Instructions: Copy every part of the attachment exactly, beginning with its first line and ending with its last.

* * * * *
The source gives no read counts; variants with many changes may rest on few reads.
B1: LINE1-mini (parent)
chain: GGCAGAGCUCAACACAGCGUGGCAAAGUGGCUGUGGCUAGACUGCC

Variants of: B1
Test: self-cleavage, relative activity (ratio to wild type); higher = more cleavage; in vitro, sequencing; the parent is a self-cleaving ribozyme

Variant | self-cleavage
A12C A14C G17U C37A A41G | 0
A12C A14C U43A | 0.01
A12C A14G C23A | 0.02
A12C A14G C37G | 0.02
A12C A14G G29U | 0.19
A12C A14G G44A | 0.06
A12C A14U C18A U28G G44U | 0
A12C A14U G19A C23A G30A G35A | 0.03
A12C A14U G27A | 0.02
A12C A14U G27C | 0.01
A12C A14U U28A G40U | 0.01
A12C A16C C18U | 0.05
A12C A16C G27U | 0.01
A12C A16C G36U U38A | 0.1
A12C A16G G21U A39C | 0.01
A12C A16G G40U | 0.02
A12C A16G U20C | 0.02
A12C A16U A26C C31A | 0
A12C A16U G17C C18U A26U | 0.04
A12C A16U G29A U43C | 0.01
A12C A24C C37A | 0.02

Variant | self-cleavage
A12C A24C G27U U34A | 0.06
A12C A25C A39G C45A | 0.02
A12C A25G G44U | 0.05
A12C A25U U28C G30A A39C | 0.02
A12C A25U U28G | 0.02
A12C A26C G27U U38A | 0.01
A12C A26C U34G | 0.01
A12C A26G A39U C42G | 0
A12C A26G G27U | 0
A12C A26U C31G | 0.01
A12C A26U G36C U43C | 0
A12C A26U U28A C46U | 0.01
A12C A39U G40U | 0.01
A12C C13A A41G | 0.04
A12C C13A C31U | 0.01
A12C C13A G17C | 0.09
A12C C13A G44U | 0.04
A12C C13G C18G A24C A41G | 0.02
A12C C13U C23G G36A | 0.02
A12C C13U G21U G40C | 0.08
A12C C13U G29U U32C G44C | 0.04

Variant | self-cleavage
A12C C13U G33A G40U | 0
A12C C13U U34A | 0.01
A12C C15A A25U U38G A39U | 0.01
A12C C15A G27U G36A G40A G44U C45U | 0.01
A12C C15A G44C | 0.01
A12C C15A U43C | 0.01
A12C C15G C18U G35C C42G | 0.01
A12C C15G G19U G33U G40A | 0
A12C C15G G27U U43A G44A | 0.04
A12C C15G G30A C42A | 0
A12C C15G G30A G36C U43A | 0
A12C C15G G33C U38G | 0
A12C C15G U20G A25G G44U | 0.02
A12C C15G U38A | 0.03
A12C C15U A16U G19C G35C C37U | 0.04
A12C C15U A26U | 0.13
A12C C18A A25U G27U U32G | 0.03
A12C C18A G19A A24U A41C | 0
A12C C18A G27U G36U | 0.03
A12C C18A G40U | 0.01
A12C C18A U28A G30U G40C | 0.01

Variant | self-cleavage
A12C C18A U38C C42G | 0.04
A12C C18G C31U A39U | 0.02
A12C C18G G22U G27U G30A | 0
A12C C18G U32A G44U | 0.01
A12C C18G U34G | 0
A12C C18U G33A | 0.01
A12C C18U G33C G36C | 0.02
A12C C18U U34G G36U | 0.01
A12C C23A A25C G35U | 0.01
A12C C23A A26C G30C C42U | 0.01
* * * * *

The source gives no read counts; variants with many changes may rest on few reads.
B1: LINE1-mini (parent)
chain: GGCAGAGCUCAACACAGCGUGGCAAAGUGGCUGUGGCUAGACUGCC

Variants of: B1
Test: self-cleavage, relative activity (ratio to wild type); higher = more cleavage; in vitro, sequencing; the parent is a self-cleaving ribozyme

Variant | self-cleavage
A12C A14C G17U C37A A41G | 0
A12C A14C U43A | 0.01
A12C A14G C23A | 0.02
A12C A14G C37G | 0.02
A12C A14G G29U | 0.19
A12C A14G G44A | 0.06
A12C A14U C18A U28G G44U | 0
A12C A14U G19A C23A G30A G35A | 0.03
A12C A14U G27A | 0.02
A12C A14U G27C | 0.01
A12C A14U U28A G40U | 0.01
A12C A16C C18U | 0.05
A12C A16C G27U | 0.01
A12C A16C G36U U38A | 0.1
A12C A16G G21U A39C | 0.01
A12C A16G G40U | 0.02
A12C A16G U20C | 0.02
A12C A16U A26C C31A | 0
A12C A16U G17C C18U A26U | 0.04
A12C A16U G29A U43C | 0.01
A12C A24C C37A | 0.02

Variant | self-cleavage
A12C A24C G27U U34A | 0.06
A12C A25C A39G C45A | 0.02
A12C A25G G44U | 0.05
A12C A25U U28C G30A A39C | 0.02
A12C A25U U28G | 0.02
A12C A26C G27U U38A | 0.01
A12C A26C U34G | 0.01
A12C A26G A39U C42G | 0
A12C A26G G27U | 0
A12C A26U C31G | 0.01
A12C A26U G36C U43C | 0
A12C A26U U28A C46U | 0.01
A12C A39U G40U | 0.01
A12C C13A A41G | 0.04
A12C C13A C31U | 0.01
A12C C13A G17C | 0.09
A12C C13A G44U | 0.04
A12C C13G C18G A24C A41G | 0.02
A12C C13U C23G G36A | 0.02
A12C C13U G21U G40C | 0.08
A12C C13U G29U U32C G44C | 0.04

Variant | self-cleavage
A12C C13U G33A G40U | 0
A12C C13U U34A | 0.01
A12C C15A A25U U38G A39U | 0.01
A12C C15A G27U G36A G40A G44U C45U | 0.01
A12C C15A G44C | 0.01
A12C C15A U43C | 0.01
A12C C15G C18U G35C C42G | 0.01
A12C C15G G19U G33U G40A | 0
A12C C15G G27U U43A G44A | 0.04
A12C C15G G30A C42A | 0
A12C C15G G30A G36C U43A | 0
A12C C15G G33C U38G | 0
A12C C15G U20G A25G G44U | 0.02
A12C C15G U38A | 0.03
A12C C15U A16U G19C G35C C37U | 0.04
A12C C15U A26U | 0.13
A12C C18A A25U G27U U32G | 0.03
A12C C18A G19A A24U A41C | 0
A12C C18A G27U G36U | 0.03
A12C C18A G40U | 0.01
A12C C18A U28A G30U G40C | 0.01

Variant | self-cleavage
A12C C18A U38C C42G | 0.04
A12C C18G C31U A39U | 0.02
A12C C18G G22U G27U G30A | 0
A12C C18G U32A G44U | 0.01
A12C C18G U34G | 0
A12C C18U G33A | 0.01
A12C C18U G33C G36C | 0.02
A12C C18U U34G G36U | 0.01
A12C C23A A25C G35U | 0.01
A12C C23A A26C G30C C42U | 0.01